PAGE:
Shelomit seal

From Wikipedia, the free encyclopedia
Jump to: navigation, search

The Shelomit seal is an elliptical black stone seal (2.1 x 1.8 cm) excavated by Eilat Mazar in Jerusalem, January 2008. It was found in a stratified layer estimated at 2,500 years old, just outside the Old City walls near the Dung Gate.


The stone depicts two bearded priests standing on either side of an incense altar with their hands raised forward in a position of worship. A crescent moon, symbol of the chief Babylonian god Sin, appears on the top of the altar. It has been described as a common and popular Babylonian cultic scene.[1]

At the bottom are four Paleo-Hebrew letters: Shin, Lamed, Mem, Tau. A detailed paleographical analysis was performed by Ryan Byrne's and published by the Biblical Archaeology Society.[2]


Two possible readings[edit]

Mazar initially read the inscription as "Temech" (three letters: Tau, Mem, Het), and associated it with a family named "Tamah" in Nehemiah 7:55.[1]

According to the Book of Nehemiah, the Temech family were servants of the First Temple and were sent into exile to Babylon following its destruction by the Babylonians in 586 BCE. The family was among those who later returned to Jerusalem.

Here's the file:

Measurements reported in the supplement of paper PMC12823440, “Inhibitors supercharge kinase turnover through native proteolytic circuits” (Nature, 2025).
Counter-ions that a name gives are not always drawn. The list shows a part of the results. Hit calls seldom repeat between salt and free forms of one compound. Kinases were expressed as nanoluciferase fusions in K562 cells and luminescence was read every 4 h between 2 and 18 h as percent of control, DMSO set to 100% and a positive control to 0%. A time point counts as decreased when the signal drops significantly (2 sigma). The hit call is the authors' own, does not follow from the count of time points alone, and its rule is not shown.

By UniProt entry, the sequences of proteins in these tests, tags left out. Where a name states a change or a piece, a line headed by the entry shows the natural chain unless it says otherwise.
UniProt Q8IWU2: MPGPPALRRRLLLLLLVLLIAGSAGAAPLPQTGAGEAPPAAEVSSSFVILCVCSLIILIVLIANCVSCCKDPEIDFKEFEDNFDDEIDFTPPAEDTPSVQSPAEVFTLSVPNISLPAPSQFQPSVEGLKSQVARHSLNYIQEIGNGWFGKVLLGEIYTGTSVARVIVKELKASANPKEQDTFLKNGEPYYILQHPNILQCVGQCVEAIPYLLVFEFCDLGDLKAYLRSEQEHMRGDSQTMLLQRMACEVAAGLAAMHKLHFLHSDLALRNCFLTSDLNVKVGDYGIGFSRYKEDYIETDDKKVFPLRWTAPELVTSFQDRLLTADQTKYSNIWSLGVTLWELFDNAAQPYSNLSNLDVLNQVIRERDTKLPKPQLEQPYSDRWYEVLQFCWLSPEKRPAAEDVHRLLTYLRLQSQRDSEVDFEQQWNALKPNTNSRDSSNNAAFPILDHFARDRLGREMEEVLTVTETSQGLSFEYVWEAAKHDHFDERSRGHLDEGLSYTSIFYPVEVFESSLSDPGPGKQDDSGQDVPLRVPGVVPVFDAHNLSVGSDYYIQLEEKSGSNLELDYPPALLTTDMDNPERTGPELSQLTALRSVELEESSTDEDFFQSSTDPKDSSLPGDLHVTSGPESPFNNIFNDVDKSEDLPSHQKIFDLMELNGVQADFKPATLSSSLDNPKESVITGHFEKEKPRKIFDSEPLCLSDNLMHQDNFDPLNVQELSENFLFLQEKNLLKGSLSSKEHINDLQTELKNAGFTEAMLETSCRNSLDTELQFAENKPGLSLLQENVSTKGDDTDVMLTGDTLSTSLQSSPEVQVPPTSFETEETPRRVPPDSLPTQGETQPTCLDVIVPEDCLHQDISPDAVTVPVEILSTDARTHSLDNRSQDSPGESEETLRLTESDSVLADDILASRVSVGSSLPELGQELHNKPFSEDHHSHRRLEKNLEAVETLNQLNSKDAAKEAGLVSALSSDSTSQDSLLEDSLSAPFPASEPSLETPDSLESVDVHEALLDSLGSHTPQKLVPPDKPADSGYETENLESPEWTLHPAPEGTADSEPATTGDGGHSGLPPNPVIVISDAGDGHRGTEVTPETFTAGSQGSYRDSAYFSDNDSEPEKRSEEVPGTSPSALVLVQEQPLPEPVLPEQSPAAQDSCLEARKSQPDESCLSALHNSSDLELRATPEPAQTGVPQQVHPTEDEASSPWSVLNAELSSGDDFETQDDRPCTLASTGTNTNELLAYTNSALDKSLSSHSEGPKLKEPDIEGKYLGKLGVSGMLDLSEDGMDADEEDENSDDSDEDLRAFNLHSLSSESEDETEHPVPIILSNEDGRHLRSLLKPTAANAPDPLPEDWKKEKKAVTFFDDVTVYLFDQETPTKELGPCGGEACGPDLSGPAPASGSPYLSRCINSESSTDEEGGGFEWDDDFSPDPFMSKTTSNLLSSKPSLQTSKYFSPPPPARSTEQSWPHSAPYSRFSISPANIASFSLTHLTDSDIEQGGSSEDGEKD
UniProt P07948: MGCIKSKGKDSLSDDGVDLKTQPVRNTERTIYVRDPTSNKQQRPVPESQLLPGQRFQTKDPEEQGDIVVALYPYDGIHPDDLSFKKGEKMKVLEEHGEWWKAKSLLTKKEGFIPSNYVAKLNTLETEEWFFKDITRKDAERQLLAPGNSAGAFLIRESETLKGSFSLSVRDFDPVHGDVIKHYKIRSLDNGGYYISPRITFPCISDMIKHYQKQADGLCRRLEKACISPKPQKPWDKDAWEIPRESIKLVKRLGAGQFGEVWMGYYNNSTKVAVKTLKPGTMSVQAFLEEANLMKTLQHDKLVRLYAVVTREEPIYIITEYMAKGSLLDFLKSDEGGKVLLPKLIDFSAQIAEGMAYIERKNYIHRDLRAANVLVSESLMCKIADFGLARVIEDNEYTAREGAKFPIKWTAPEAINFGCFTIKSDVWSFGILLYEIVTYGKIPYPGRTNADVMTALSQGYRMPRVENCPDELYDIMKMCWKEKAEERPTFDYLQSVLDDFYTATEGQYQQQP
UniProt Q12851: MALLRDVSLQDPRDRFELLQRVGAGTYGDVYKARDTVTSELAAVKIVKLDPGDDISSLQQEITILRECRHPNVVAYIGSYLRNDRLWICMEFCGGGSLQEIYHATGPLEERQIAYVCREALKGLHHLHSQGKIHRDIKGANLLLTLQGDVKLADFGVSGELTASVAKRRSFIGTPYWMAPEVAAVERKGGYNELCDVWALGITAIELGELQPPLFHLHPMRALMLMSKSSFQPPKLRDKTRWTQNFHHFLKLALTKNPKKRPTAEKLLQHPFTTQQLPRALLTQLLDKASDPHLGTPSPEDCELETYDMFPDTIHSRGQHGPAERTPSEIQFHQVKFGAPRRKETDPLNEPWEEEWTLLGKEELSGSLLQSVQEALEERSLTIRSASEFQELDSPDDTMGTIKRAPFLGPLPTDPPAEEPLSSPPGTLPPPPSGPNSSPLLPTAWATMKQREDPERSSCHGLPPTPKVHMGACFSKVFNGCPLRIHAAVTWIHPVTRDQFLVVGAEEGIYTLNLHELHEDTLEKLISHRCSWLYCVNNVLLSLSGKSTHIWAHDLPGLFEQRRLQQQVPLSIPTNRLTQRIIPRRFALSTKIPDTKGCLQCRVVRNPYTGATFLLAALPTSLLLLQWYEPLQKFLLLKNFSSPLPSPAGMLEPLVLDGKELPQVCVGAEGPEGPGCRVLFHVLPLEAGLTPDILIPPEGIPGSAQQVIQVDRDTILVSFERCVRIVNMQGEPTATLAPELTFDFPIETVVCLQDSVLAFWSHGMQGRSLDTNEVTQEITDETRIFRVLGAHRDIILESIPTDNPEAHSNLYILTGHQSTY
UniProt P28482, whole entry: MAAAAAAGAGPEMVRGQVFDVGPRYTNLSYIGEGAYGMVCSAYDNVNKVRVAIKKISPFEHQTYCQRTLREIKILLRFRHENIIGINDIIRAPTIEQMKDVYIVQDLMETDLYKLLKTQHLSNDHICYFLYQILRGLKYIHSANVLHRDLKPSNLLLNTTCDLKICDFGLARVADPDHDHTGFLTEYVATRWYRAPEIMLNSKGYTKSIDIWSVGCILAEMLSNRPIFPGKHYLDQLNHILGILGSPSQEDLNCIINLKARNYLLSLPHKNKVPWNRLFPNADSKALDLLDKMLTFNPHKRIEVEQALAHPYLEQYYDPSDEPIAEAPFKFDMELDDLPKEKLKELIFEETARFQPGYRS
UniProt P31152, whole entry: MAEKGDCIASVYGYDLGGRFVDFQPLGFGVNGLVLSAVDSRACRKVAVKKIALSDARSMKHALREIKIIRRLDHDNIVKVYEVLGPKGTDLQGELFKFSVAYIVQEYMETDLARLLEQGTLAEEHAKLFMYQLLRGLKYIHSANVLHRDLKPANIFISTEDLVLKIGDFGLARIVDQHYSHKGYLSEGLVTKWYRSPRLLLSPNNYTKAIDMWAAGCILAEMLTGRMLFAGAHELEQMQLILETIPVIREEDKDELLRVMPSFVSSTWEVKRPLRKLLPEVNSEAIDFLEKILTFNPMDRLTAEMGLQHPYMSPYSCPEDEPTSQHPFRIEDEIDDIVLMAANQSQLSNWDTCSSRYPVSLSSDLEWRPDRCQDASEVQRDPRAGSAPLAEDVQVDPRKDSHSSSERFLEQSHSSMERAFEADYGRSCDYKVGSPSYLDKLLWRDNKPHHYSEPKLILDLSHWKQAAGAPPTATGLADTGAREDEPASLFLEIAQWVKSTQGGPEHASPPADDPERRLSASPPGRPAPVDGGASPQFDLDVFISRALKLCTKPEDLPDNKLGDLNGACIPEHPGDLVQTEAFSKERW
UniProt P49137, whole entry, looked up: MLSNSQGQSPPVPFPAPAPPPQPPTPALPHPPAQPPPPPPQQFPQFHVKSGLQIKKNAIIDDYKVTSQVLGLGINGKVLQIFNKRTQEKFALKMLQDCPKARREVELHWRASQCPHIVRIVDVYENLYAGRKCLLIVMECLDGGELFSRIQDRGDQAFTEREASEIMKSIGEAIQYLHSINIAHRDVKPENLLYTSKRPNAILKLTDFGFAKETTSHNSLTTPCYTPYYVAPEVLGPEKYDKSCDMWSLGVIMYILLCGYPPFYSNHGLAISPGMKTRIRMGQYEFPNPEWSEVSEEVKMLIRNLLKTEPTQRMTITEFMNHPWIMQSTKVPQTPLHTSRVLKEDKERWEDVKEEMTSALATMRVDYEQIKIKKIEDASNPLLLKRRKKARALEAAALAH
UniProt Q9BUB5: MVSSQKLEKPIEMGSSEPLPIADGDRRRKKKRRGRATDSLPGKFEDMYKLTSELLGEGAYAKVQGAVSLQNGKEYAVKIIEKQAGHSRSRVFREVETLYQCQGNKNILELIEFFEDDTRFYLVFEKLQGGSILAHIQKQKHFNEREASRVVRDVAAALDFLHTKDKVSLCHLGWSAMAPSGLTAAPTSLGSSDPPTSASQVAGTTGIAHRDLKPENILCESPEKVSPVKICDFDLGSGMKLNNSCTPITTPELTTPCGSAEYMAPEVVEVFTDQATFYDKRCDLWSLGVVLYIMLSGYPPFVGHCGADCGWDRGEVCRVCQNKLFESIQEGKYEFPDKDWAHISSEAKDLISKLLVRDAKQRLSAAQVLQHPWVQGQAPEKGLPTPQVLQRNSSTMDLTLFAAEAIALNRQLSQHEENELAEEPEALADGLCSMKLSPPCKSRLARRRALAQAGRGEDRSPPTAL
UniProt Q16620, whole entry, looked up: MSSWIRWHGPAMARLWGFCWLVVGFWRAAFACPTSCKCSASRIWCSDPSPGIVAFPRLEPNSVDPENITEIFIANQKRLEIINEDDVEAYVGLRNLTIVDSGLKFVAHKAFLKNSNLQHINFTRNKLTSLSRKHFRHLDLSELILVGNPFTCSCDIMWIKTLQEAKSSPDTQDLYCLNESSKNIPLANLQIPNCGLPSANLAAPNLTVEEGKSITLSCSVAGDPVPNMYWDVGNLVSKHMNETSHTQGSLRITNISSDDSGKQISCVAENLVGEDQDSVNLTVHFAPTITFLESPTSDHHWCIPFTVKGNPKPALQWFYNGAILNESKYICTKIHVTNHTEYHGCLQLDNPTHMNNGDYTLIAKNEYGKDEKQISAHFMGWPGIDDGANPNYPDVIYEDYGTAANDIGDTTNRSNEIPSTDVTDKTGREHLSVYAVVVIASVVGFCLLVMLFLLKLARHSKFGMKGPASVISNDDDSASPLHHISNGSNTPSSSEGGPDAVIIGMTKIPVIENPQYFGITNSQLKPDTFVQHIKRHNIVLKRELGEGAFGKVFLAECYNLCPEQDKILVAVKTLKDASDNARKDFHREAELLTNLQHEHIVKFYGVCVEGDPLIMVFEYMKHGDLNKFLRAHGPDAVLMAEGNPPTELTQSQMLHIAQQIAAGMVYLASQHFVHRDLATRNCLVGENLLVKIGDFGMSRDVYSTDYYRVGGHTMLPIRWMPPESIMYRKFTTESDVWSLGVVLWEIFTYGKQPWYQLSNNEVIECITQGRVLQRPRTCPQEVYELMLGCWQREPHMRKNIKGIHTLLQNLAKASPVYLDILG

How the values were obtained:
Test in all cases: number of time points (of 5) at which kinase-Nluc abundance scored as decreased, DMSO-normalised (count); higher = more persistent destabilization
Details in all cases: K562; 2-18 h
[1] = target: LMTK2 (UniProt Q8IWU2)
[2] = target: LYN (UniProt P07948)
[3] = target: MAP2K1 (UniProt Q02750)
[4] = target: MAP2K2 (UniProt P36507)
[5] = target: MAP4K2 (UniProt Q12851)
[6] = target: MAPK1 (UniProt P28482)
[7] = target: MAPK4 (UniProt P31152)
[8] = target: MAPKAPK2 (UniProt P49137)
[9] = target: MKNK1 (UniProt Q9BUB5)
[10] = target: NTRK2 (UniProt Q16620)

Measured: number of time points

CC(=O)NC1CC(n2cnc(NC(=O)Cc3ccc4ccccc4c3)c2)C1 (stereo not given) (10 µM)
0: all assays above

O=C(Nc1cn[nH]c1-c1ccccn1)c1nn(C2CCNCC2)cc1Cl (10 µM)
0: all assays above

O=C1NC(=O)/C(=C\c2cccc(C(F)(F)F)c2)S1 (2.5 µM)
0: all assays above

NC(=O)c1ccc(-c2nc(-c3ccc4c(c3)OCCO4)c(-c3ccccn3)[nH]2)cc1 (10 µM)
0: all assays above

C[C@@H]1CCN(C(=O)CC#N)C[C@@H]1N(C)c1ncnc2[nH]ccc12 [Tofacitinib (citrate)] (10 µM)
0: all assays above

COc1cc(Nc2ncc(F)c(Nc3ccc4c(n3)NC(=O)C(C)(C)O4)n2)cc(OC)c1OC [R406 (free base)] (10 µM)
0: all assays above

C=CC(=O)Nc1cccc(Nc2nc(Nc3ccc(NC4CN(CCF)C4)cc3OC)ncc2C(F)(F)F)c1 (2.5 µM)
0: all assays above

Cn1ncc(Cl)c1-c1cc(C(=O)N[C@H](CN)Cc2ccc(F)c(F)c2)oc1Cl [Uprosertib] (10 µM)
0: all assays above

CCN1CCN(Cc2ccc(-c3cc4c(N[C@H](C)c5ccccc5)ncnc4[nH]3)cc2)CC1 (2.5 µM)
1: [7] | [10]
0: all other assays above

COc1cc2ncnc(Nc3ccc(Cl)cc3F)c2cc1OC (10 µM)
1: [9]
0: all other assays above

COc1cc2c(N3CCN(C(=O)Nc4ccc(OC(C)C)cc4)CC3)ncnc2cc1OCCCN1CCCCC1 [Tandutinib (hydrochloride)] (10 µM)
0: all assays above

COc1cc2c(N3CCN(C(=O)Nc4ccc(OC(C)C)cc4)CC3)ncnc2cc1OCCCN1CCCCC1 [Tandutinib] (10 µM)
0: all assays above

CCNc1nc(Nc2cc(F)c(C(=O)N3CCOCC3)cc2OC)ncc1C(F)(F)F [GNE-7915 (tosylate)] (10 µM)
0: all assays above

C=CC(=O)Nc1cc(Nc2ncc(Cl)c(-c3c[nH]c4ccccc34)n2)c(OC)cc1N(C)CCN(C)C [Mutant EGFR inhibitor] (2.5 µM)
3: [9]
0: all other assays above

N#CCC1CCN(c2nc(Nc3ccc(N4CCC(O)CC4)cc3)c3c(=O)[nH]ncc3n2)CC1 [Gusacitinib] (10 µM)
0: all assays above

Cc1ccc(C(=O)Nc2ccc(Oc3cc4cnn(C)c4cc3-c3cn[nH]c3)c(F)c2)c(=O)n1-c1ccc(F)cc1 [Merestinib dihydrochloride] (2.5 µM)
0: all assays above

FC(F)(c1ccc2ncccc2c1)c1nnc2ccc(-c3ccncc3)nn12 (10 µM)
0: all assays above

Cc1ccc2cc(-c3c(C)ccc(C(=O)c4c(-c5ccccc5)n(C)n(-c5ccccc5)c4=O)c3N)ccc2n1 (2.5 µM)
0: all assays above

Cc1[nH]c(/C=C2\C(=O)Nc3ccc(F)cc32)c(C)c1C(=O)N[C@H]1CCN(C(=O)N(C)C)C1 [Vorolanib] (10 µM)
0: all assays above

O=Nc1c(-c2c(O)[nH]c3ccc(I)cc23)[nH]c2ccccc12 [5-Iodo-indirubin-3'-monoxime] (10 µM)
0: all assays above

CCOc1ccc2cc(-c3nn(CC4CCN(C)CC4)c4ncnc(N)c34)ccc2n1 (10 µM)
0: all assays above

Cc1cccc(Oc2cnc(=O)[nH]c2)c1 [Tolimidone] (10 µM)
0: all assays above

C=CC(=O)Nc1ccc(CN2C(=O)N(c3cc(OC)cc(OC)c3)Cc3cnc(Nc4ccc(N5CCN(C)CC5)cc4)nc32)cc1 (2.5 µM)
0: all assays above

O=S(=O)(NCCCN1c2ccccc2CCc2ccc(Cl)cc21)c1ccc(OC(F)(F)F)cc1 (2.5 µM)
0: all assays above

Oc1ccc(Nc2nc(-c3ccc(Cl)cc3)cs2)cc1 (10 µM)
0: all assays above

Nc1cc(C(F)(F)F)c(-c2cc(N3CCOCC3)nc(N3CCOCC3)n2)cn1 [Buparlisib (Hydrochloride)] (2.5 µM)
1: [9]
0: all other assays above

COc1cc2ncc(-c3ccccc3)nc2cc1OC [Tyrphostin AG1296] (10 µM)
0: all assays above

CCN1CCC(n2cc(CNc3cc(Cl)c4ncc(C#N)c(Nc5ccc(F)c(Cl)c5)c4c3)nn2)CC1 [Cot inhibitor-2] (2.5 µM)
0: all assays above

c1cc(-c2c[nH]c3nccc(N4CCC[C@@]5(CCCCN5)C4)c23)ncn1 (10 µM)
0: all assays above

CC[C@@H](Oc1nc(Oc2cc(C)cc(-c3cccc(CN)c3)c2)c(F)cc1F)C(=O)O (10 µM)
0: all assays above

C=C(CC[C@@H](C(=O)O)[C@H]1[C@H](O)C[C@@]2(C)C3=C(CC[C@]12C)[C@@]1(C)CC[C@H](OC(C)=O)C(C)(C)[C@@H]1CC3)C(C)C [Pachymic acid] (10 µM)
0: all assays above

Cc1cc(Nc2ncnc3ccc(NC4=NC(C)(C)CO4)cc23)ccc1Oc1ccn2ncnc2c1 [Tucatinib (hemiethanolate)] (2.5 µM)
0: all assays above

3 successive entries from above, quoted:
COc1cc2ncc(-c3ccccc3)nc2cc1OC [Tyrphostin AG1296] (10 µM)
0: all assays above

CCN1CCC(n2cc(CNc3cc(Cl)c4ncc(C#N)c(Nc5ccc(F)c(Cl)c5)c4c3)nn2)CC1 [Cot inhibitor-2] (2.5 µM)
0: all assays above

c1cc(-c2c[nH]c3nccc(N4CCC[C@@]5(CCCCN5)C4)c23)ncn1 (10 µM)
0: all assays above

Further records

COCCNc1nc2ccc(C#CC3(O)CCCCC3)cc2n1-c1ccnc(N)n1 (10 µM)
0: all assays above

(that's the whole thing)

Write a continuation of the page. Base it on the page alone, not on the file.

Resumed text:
Other scholars (initially Peter van der Veen,[3] followed by others[4]) read the seal's letters in reverse order and suggested a reading of "Sh-l-m-t" (Shelomith), a name found in 1Chronicles 3:19 and Ezra 8:10 dating to the same approximate time.

On January 30, 2008, the Biblical Archaeology Society published analyses by scholars with epigraphy expertise, Robert Deutsch[5] and Anson Rainey,[6] and Mazar agreed to revise her reading.[7] Of this decision Mazar has written, "Despite the fact that seals are meant to be pressed into clay, some seals are nevertheless not written in mirror image-perhaps because they were engraved by a local craftsman who was not especially skilled. Another difficulty is the unclear 'tail' of the lamed [character]. Nevertheless, I now agree that the name Shelomit is the preferable reading." [8]


Ryan Byrne published an online article presuming the name to be feminine.[2] Christopher Heard challenged this with a comparison of all examples named in the Tanakh.[9]

See also[edit]